How to apply for an apprenticeship
You’ve found an apprenticeship you’re interested in– great! Now, what do you need to do? We’ll walk you through the application process step-by-step in this blog. So you know what to expect and feel confident from the start.
Bylor group recruitment
Remember that the application process is likely to differ, depending on the employer. For instance, here’s the process for group recruitment at Bylor, an HPC contractor, so you can see how it compares:
- Apply online
- Initial telephone assessment: Confirm qualifications and fundamentals of the job
- Online interview
- Session with current apprentices: Discuss a day in the life and what it’s like to work at HPC
- Session with the college: Discuss expectations of apprenticeship
- Face-to -face interview or a second remote interview
Step 1: Complete an application form
Pretty much every apprenticeship you see advertised will request that you complete some sort of application form. This might only be for basic information. Or it could involve lots of questions specific to the role. In which case, you’ll need to spend time researching not just the job, but also the company to make sure your application is spot on.
Also: remember to read fully the criteria for the role – such as the qualifications required or the minimum age for the job (some apprenticeship at HPC are for 18+ only). It’s important to make sure that you’re completely comfortable with the job requirements too (e.g. working in a confirmed area, at height or any physical requirements etc.)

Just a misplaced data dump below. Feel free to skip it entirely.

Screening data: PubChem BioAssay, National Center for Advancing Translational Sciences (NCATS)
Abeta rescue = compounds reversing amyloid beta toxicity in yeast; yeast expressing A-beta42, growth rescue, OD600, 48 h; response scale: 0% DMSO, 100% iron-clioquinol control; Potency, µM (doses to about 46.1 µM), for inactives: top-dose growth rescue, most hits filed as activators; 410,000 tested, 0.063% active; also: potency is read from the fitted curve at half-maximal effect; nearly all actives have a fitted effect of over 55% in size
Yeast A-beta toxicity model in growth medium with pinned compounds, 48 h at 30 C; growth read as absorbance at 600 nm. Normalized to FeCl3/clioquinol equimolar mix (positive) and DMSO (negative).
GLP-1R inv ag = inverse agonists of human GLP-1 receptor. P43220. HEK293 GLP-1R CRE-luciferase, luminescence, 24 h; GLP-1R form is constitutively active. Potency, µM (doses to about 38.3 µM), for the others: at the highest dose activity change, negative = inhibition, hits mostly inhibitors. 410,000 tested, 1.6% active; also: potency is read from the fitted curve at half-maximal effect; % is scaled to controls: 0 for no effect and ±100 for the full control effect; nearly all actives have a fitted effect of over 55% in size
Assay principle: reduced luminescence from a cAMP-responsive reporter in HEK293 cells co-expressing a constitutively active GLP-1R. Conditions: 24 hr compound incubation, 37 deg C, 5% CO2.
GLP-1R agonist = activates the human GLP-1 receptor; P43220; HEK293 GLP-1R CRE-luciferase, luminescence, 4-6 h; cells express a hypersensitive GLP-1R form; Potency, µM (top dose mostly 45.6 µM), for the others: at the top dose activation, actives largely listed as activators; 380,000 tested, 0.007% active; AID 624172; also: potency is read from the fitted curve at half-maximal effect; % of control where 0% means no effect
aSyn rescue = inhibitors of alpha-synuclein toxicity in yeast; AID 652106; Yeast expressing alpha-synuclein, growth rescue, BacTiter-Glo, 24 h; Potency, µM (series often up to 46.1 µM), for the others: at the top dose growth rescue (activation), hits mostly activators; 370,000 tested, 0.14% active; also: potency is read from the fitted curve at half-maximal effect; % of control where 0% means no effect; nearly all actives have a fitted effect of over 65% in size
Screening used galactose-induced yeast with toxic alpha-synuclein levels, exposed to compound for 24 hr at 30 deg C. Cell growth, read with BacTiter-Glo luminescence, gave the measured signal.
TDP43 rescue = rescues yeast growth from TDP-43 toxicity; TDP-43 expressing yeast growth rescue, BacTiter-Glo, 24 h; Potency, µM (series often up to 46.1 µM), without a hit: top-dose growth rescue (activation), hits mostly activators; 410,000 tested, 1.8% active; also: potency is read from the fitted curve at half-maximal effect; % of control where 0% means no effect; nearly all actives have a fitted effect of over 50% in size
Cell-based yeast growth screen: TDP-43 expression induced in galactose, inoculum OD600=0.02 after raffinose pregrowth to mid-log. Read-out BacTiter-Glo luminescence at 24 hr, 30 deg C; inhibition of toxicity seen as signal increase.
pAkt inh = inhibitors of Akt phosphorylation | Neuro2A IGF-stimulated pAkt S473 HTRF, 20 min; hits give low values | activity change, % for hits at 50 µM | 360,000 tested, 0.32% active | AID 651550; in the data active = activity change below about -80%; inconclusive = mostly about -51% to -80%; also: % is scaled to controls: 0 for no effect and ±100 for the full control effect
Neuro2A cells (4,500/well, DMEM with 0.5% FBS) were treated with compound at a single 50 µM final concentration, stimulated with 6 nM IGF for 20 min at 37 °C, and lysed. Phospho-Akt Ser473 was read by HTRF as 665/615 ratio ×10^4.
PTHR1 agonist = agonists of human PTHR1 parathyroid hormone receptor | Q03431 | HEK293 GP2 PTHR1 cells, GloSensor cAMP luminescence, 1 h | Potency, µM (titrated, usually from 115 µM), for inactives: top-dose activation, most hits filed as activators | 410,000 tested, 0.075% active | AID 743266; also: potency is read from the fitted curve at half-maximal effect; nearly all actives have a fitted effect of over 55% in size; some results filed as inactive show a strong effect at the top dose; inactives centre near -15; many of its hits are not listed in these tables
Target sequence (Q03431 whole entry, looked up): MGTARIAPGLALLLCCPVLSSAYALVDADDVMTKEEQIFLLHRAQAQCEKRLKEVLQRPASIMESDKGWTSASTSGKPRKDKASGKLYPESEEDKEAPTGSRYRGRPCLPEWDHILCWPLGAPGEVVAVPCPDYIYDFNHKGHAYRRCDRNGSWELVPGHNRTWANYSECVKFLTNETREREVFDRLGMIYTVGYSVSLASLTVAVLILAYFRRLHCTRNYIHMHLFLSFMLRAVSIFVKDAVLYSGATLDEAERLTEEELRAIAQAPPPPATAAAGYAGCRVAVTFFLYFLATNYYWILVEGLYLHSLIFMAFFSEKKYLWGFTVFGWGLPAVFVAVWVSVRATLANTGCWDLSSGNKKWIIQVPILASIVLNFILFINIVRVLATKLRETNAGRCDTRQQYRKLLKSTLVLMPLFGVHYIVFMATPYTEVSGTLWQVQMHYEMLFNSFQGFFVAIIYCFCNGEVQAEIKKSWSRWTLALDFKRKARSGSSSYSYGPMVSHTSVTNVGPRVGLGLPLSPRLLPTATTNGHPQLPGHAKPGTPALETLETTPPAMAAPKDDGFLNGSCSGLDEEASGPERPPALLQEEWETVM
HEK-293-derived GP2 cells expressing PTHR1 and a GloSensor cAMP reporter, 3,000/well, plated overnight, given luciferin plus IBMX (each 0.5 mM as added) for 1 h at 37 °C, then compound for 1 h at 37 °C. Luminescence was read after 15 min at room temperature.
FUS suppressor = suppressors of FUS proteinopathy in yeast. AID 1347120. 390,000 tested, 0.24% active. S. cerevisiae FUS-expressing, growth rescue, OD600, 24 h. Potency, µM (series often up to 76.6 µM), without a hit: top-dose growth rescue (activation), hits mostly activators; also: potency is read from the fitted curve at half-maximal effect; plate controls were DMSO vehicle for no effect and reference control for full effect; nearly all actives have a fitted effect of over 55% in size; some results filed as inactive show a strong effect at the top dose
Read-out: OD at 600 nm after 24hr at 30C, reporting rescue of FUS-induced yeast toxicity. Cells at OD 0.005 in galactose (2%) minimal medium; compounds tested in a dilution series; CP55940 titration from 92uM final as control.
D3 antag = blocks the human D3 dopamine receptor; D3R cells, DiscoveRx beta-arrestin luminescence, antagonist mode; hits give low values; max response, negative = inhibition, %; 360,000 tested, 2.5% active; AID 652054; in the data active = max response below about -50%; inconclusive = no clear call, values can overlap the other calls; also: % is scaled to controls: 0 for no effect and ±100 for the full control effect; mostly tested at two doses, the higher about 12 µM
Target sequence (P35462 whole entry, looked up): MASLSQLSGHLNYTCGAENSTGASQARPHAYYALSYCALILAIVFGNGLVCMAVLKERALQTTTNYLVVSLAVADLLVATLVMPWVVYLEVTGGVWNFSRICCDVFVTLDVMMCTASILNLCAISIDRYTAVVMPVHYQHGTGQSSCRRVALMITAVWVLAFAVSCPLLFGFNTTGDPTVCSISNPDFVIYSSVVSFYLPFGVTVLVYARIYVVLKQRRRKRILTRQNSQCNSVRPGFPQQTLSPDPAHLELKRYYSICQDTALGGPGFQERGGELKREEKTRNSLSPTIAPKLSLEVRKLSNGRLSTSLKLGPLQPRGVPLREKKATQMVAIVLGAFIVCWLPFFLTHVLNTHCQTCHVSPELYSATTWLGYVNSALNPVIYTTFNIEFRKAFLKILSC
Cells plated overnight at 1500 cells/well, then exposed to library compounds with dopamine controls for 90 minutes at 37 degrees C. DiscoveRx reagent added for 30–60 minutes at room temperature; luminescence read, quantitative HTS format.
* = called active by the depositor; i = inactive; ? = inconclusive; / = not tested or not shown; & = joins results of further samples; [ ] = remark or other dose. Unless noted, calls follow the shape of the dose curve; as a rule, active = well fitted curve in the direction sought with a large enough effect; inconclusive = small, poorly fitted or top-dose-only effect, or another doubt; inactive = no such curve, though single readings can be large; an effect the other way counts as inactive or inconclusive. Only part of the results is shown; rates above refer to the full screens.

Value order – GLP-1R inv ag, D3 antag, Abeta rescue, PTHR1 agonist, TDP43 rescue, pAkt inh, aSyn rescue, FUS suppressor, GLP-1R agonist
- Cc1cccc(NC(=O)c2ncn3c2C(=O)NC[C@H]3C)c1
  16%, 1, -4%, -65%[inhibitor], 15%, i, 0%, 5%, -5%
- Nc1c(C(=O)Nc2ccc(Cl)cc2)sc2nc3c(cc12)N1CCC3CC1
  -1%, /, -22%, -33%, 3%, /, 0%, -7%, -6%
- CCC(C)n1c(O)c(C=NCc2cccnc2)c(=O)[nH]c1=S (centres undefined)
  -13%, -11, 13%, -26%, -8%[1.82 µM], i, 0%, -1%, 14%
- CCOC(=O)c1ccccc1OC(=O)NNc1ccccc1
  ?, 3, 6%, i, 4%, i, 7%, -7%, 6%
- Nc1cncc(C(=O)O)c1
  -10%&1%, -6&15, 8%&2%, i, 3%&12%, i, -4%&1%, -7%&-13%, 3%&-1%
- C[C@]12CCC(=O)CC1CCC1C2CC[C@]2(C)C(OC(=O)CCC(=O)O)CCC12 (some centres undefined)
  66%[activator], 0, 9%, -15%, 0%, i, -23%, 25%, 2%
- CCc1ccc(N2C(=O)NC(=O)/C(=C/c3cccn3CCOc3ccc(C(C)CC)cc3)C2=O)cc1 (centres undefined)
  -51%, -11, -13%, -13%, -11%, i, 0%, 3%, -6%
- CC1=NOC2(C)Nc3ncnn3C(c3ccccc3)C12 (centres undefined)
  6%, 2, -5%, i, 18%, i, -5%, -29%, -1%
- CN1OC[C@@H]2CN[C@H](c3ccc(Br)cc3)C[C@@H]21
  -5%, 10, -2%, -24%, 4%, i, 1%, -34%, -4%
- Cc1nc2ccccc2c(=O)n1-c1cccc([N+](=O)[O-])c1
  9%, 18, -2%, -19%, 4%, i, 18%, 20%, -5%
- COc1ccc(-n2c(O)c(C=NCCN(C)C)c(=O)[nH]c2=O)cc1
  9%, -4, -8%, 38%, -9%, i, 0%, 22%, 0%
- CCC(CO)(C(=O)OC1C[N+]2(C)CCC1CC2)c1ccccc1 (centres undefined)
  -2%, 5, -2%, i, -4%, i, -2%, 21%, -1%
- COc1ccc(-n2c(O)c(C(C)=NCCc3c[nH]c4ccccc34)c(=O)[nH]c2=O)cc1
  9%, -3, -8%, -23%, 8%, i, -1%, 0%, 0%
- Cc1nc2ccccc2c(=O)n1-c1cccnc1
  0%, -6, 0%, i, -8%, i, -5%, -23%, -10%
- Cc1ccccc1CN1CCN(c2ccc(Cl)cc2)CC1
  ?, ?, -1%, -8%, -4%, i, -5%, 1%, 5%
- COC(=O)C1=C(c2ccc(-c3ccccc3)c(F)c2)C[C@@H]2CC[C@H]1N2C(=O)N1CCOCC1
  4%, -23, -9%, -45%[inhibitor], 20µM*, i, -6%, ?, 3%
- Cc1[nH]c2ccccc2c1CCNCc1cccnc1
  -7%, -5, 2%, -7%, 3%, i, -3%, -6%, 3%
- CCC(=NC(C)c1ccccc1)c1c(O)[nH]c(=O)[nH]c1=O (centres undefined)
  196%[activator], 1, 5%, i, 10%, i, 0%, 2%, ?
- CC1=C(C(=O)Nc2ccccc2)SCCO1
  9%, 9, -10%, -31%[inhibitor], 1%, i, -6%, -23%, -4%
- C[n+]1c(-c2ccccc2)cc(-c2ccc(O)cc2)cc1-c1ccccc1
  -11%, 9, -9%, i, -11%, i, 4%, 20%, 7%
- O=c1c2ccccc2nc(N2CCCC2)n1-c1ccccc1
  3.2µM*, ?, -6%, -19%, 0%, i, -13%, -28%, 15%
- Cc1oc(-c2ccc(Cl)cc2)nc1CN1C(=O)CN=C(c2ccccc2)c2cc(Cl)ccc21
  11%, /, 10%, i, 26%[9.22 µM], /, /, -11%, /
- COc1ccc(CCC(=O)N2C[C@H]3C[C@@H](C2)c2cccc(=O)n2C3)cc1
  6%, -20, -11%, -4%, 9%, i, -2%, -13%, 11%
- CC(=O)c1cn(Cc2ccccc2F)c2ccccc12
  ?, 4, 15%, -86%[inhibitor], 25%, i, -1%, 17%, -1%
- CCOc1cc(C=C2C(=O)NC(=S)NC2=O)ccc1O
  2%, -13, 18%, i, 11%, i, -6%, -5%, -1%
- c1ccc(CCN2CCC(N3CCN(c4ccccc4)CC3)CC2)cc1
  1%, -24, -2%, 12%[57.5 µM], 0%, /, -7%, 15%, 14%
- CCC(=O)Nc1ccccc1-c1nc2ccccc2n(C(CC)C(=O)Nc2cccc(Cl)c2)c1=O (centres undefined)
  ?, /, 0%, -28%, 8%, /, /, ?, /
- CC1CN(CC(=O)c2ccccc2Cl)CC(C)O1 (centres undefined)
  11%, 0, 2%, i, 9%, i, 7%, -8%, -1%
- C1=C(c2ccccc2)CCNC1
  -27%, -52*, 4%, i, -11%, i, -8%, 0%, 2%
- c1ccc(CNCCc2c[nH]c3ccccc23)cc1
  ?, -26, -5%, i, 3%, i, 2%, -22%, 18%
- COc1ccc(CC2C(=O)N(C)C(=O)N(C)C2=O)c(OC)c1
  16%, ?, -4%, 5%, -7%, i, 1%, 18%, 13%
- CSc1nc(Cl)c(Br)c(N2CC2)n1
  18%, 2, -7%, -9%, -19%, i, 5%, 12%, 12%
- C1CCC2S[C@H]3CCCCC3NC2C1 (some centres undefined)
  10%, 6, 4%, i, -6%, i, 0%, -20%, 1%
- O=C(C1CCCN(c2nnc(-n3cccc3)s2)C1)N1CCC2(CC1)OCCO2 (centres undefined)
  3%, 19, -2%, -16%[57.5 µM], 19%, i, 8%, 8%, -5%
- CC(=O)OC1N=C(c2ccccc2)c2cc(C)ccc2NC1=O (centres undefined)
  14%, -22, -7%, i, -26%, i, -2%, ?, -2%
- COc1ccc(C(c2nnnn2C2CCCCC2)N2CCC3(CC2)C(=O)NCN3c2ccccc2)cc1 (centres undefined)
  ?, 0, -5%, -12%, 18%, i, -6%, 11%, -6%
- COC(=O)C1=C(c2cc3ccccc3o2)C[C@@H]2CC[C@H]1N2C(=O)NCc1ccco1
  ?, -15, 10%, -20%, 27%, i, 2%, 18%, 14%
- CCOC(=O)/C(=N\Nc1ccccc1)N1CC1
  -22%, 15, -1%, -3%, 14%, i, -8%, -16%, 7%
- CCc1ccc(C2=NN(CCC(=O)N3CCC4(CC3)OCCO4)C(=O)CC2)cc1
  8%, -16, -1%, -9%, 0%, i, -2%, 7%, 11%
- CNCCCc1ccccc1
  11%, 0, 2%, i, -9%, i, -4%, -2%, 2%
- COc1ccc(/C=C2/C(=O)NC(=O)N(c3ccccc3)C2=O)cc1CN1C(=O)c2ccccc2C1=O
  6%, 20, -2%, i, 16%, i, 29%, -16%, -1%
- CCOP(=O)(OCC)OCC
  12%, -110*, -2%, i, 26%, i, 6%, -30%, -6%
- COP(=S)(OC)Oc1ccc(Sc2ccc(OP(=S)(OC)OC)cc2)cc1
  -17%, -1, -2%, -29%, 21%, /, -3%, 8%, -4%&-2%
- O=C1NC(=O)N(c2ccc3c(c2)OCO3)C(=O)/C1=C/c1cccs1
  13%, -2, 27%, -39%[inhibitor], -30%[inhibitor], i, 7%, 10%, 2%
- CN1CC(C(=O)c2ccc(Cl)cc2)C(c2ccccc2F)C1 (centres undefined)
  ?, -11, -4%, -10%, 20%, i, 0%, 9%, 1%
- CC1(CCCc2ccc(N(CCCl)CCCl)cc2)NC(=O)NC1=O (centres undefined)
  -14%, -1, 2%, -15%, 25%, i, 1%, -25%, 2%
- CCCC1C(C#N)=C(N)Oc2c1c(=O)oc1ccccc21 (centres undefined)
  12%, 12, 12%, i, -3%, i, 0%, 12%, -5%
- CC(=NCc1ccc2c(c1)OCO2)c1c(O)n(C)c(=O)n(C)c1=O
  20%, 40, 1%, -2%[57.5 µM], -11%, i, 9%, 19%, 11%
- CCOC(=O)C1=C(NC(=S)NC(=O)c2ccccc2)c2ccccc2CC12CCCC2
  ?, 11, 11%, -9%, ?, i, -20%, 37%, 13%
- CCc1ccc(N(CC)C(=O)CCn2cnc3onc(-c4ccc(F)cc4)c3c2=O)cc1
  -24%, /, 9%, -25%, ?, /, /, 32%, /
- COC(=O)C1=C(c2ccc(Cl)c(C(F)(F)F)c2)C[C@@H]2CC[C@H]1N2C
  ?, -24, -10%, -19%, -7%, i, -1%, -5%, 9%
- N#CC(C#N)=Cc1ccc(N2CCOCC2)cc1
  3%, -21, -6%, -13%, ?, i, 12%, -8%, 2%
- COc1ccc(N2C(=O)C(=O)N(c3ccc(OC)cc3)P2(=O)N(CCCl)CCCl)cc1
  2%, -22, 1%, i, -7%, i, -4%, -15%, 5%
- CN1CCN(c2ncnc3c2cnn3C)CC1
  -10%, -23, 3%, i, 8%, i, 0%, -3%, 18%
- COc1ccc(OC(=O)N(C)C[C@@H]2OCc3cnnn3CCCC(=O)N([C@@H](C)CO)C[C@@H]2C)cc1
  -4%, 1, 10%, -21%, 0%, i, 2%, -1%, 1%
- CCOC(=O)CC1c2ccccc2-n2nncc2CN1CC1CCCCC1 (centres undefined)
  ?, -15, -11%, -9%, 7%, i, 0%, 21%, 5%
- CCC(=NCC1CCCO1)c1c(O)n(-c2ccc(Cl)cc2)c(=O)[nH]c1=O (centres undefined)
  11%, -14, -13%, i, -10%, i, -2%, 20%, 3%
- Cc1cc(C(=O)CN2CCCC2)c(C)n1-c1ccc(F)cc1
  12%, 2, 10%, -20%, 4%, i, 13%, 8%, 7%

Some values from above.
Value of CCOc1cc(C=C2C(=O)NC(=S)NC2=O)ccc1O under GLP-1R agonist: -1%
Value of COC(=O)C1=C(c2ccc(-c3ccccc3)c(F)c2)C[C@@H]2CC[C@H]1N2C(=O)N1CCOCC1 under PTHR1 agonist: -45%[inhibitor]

What’s apprenticeship season?
Historically, this refers to the period from October to March when employers opened up their apprenticeship schemes to new applicants – ready for them to start the following autumn. In reality though, employers, such as Bylor, an HPC contractor, can have openings any time of the year – particularly when they’re recruiting for roles where there’s a shortage of skills. So don’t hold back from applying for any roles just because it’s ‘out of season’.
Also, consider your own timetable. If you want a job that starts in September, start researching and applying for roles from Spring. Always check the start date. While some employers have long lead times in the run-up to starting an apprenticeship others will only advertise a new vacancy a month or two before they need someone to start. So make sure you’re available for the start date – and not on holiday or still in school!
Don’t wait until the deadline to apply!
Some employers will close an apprenticeship scheme as soon as they have enough candidates that meet their requirements. So get your application in quick – but don’t rush it. A company will want to see that you’ve spent time putting together your application and researching the role.
Top tips for success in completing your application form
- Skills and behaviours Provide examples of how you’ve demonstrated the skills and behaviours in the ad.
- Research the company Look on their website, their social media posts. And find out what they’re doing on site at HPC.
- Match up interests Find ways to align what you’re interested in with the company’s goals. So if they’re expanding abroad, mention if you want to travel.
What if there isn’t an application form?
Sometimes an employer might ask for a copy of your CV instead. Or you might be applying to a company you like on the off chance that they have an opening. In which case, you want to put a lot of effort into making sure your CV and covering letter get noticed… for the right reasons! Get more advice on putting together your CV and covering letter.